Featured, Health Care, Linda Gorman, Uncategorized

Senate bill illustrates problems of government-controlled health care

The evolution of Senate Bill 16 shows how those who want to control your health care misuse government power and misrepresent their aims. At first, state Sen. Irene Aguilar’s SB 16 made life worse for sick people by banning any new privately owned emergency rooms within 25 miles of a hospital. Then the bill was revised to put Colorado’s two privately owned ERs out of business.

People at a recent meeting in Arvada asked Sen. Aguilar, D-Denver, why she wanted to close the private ER in their neighborhood.

“It’s because it’s new,” she said, “and because we have the opportunity to stop it now…”

Thankfully, she was not around to protect us when penicillin, ambulatory surgery and CAT scans were new.

Privately owned freestanding emergency rooms are like the freestanding emergency rooms owned by hospitals. Like their hospital-owned counterparts, freestanding ERs are open 24/7, with laboratory facilities, advanced imaging and rapid transport or referral to hospitals and specialists if needed.

They are staffed with the same board-certified physicians who staff hospital ERs.

Both kinds of ERs provide the same services for the same price. SB 16 would have made it illegal for Colorado’s privately owned freestanding ERs to charge facility fees. Aguilar and her coalition imply that only hospital ERs deserve facility fees.

In fact, Medicare and private insurers routinely pay facility fees to providers of capital intensive services regardless of ownership. Privately owned freestanding ambulatory surgical centers are paid the same facility fees as hospital-owned freestanding ambulatory surgical centers. So are privately owned colonoscopy centers, centers that maintain conferencing equipment for long-distance consulting and treatment and different kinds of residential care facilities.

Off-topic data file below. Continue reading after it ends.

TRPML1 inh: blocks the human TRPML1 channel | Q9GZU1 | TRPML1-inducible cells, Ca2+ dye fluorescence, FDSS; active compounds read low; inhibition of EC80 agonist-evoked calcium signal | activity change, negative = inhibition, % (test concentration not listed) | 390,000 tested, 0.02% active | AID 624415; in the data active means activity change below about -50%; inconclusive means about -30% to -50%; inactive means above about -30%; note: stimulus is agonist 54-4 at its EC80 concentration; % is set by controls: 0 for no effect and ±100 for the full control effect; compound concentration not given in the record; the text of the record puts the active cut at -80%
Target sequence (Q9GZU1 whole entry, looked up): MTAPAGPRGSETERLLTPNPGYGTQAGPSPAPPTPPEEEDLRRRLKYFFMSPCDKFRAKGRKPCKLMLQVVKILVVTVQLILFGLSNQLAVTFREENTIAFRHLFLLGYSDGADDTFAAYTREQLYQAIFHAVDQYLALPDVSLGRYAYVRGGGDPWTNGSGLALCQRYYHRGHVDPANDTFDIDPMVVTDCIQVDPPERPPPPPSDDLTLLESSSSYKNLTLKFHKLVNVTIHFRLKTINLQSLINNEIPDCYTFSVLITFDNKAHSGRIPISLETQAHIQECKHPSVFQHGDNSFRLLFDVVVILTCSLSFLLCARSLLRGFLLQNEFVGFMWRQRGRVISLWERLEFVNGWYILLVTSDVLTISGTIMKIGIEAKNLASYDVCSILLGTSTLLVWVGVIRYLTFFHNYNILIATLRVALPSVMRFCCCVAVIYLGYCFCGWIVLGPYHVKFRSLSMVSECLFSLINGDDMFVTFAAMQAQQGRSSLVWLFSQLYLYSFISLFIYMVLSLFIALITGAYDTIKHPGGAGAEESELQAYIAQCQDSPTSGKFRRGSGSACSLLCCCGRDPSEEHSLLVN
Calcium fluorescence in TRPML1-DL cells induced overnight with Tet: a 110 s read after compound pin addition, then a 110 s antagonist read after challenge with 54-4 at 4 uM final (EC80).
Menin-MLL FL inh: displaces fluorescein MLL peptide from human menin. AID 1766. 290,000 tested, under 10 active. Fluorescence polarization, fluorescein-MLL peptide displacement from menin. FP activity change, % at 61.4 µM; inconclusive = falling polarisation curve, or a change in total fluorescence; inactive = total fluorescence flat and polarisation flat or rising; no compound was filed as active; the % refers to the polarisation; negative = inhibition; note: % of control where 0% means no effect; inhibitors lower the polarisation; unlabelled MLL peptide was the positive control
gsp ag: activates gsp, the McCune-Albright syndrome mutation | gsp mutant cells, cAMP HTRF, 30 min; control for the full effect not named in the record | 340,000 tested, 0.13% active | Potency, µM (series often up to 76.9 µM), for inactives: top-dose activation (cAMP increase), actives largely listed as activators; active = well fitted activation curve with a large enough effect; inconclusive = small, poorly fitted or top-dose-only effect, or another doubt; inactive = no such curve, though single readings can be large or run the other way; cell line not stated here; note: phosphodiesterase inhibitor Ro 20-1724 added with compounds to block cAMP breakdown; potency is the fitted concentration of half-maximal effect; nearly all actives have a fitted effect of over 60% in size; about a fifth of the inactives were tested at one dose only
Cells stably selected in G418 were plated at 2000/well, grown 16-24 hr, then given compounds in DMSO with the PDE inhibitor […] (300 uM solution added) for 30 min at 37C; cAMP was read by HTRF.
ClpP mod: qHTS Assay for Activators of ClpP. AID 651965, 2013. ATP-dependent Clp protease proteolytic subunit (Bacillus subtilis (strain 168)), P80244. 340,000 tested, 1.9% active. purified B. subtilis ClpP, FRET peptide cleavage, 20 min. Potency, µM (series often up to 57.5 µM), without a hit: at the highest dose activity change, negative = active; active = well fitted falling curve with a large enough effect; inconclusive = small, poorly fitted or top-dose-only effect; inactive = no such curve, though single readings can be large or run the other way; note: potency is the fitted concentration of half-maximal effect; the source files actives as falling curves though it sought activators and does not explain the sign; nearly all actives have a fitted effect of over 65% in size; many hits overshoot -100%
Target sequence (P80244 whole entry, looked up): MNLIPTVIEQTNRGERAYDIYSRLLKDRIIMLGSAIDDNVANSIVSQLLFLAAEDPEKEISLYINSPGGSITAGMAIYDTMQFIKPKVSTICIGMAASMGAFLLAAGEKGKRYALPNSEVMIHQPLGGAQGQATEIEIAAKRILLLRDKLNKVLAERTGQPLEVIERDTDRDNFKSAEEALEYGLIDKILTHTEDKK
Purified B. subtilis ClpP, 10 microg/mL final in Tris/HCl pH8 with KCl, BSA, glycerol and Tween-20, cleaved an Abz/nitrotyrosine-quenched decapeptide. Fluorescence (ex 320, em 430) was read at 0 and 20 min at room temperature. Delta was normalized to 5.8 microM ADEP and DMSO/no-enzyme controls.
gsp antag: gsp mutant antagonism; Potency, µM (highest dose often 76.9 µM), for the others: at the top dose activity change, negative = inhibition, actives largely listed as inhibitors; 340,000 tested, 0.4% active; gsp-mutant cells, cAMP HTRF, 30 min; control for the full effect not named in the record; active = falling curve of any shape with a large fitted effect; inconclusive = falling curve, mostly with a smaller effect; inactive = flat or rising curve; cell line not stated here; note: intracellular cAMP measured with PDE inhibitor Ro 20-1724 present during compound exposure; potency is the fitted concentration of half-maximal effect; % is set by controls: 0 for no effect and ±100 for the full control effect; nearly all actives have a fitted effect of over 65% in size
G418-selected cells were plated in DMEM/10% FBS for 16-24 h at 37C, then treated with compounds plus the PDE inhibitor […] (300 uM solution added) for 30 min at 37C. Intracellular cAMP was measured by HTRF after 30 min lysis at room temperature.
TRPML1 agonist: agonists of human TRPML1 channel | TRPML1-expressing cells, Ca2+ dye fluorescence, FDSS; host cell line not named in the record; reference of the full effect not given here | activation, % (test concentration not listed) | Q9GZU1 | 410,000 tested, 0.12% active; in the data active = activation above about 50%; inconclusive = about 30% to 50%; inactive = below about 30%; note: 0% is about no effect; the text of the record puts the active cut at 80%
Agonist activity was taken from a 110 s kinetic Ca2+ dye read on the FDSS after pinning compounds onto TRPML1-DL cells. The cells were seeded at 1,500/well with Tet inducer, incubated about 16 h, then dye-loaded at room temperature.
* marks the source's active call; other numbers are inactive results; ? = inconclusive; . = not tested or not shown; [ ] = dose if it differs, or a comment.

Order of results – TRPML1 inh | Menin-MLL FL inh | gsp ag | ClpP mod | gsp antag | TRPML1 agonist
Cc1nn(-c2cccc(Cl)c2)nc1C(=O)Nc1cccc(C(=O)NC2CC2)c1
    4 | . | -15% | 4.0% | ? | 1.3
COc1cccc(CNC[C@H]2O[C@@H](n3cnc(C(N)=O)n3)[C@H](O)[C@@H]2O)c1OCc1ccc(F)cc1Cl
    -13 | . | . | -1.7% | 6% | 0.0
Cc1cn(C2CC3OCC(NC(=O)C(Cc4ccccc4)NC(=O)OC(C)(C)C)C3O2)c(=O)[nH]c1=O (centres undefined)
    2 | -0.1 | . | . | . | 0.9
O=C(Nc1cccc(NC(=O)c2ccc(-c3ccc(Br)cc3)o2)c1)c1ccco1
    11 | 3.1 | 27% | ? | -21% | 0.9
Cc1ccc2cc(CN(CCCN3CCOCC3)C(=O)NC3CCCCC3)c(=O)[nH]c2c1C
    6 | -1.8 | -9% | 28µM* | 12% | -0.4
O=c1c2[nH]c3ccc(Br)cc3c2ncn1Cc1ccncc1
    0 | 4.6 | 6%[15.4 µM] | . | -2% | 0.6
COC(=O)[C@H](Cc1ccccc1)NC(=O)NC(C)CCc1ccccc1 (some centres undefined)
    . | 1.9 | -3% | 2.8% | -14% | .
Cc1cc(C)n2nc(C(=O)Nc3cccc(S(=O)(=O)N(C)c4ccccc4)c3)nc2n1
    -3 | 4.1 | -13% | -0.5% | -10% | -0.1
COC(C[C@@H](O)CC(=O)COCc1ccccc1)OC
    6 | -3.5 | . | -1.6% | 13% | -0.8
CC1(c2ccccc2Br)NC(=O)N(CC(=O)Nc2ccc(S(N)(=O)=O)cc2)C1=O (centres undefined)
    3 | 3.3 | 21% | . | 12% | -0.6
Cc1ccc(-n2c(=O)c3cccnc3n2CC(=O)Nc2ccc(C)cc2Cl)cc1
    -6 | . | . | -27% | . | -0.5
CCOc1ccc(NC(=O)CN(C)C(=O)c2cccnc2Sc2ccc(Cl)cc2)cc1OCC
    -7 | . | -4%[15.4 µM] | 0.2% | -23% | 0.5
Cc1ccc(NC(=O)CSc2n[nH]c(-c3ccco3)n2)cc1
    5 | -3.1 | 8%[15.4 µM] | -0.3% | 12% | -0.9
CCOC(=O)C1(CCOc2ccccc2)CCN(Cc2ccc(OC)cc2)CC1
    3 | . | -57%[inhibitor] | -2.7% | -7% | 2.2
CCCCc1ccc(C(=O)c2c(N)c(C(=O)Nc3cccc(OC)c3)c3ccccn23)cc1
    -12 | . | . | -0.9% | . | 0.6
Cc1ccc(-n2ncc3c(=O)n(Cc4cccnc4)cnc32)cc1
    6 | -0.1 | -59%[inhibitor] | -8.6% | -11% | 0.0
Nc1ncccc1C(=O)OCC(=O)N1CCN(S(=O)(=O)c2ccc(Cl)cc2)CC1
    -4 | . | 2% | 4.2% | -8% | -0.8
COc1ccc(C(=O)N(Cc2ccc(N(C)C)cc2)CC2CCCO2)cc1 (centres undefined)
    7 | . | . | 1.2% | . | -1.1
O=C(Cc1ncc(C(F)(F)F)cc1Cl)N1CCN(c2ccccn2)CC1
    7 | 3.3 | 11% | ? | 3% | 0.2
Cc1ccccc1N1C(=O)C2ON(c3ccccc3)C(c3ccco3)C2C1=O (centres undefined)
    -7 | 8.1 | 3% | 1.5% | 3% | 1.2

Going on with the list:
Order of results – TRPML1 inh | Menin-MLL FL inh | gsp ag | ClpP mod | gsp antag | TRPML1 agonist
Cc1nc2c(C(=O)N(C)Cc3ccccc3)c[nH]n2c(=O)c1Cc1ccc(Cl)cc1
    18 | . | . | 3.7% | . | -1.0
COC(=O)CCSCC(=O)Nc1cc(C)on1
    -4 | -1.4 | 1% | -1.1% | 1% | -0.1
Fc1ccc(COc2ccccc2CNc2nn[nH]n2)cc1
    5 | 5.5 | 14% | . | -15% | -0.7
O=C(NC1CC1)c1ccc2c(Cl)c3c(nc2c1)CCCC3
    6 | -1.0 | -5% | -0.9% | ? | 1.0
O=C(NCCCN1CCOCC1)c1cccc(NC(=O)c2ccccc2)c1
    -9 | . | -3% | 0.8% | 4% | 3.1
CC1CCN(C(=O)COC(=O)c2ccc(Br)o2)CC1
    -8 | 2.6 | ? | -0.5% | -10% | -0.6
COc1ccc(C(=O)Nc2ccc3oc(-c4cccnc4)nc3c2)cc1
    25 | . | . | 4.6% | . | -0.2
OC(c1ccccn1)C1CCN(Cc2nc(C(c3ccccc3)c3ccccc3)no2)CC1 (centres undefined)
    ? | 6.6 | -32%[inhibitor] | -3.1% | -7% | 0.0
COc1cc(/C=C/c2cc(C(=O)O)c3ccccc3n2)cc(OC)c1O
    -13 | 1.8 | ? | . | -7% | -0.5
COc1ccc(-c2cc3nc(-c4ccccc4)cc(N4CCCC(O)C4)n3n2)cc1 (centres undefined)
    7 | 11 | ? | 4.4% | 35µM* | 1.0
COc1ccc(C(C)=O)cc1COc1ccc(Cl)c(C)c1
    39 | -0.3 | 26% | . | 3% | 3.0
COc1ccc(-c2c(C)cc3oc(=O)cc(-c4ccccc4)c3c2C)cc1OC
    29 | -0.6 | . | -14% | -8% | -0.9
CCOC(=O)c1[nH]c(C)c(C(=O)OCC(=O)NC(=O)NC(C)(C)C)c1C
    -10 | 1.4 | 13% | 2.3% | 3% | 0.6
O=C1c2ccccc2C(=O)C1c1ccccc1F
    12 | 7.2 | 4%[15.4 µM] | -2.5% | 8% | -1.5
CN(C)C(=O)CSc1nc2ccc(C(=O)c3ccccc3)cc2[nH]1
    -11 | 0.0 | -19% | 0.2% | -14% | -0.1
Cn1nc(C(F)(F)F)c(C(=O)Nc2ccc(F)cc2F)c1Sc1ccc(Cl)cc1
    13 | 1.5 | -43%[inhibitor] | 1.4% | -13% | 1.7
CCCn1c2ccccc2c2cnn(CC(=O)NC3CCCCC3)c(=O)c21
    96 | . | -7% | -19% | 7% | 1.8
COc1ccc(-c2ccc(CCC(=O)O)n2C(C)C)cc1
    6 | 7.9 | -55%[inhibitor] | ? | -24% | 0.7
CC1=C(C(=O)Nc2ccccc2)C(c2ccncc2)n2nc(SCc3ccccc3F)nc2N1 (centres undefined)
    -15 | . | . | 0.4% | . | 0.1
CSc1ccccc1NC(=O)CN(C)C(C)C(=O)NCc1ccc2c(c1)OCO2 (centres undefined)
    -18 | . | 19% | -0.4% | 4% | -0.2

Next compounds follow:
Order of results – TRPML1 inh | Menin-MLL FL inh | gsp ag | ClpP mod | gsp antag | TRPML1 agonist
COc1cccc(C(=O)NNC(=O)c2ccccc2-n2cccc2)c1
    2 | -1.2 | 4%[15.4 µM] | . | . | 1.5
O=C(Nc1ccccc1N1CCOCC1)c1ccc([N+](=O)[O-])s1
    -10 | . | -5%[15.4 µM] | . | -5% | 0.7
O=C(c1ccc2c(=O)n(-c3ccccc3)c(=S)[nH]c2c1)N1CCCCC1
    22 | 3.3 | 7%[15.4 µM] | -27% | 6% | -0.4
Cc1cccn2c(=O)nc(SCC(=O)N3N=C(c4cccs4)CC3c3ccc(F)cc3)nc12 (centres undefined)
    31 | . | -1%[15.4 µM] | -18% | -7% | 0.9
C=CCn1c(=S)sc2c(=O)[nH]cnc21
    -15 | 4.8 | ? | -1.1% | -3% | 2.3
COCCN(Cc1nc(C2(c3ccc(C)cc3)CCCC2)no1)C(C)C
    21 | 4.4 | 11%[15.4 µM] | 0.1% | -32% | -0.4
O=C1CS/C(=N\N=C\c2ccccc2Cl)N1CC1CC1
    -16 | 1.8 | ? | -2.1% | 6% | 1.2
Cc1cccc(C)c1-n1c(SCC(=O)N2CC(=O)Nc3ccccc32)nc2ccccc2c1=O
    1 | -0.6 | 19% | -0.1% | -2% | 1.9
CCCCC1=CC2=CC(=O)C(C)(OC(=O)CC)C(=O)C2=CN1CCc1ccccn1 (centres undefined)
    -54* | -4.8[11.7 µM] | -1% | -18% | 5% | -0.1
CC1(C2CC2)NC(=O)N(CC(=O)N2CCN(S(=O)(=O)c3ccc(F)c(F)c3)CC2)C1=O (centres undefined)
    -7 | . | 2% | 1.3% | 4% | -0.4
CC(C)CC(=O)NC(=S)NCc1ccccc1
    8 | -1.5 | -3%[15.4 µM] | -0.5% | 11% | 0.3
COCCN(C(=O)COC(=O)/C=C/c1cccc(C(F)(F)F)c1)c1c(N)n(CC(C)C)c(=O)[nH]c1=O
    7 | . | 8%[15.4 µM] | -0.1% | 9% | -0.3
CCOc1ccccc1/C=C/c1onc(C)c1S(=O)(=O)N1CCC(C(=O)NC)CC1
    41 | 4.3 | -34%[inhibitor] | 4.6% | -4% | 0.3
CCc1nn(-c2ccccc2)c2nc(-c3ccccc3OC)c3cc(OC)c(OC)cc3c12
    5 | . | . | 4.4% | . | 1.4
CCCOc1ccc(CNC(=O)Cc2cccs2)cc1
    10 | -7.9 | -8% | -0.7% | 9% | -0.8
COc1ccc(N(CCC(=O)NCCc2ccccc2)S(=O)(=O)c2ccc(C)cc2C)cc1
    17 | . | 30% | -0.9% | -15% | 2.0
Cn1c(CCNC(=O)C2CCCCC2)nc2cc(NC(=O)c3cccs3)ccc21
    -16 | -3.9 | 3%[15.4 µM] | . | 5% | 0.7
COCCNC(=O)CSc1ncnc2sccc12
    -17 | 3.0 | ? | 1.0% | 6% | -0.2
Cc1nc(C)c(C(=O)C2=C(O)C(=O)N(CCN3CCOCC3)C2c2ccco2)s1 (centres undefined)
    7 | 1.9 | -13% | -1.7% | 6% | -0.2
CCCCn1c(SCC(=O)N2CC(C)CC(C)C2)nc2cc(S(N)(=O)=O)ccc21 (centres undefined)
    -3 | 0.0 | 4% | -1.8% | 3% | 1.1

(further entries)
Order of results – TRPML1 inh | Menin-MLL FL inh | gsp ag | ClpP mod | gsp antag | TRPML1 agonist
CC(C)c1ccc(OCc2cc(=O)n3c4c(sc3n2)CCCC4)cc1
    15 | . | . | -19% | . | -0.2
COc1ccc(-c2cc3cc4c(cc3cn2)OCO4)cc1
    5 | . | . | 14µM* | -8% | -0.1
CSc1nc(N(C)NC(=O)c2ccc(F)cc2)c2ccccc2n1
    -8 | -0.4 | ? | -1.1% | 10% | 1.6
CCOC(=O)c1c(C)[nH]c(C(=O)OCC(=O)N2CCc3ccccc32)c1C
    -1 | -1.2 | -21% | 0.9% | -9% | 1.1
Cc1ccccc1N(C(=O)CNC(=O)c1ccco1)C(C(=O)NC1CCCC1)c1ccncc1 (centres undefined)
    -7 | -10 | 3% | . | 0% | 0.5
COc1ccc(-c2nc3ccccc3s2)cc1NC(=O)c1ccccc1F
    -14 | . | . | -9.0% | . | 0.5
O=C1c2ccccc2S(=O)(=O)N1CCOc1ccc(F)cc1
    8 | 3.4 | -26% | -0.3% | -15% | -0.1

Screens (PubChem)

A facility fee is like a gym membership — it pays for the capital equipment. Enabling some gyms or medical facilities to charge higher rates just because lawmakers like some owners better than others sustains cronyism and invites corruption.

icon_op_edThe pro-SB 16 coalition claims primary care could substitute for new emergency rooms. This is nonsense. People have unexpected physical crises requiring immediate treatment. Even if a crisis occurs during business hours, neither urgent care centers nor primary care physicians are equipped to properly deal with seizures, broken bones, fainting, loss of vision, severe pain, severely impaired breathing, extreme vomiting, excessive bleeding or blows to the head.

Privately owned freestanding ERs increase access to care by locating in places without freestanding hospital ERs, and where access to adequate emergency care is difficult due to long waiting times at existing hospital ERs.

Claims that ERs are overused are overblown, especially for privately insured patients with large plan deductibles and stiff copays. A 2013 Journal of the American Medical Association study found that just 6.3 percent of ER visits in the 2009 National Hospital Ambulatory Medical Care Survey were diagnosed as “primary care-treatable” visits.

The problem is the symptoms displayed by the people diagnosed as “primary-care treatable” were the same as the symptoms displayed by 88.7 percent of all people visiting the ER. Although severe acid-reflux is a “primary care-treatable condition” once diagnosed, a heart attack is not. A person with chest pain in the middle of the night often can’t tell which is which.

Because severe trauma cases are dispatched directly to trauma centers, most people who go to an ER do not need a hospital. About 84 percent of people who visit ERs are treated and go home.

Colorado’s privately owned emergency rooms increase access to necessary care. They reduce the cost of care by reducing waiting time while charging the same price as hospitals. Though not yet approved providers for Medicare, Medicaid or TriCare, the physicians staffing them have the authority to waive charges and treat anyone who needs immediate care. When they do that, they reduce overall health care expenditures.

Thanks to legislators who understand the potential benefits privately owned emergency rooms offer, SB 16 probably will not pass this session. But the coalition supporting it still appears willing to misuse government power to shutter an existing business simply because it provides necessary health care in a new way.

Linda Gorman directs the Health Care Policy Center at the Independence Institute, a free market think tank in Denver.


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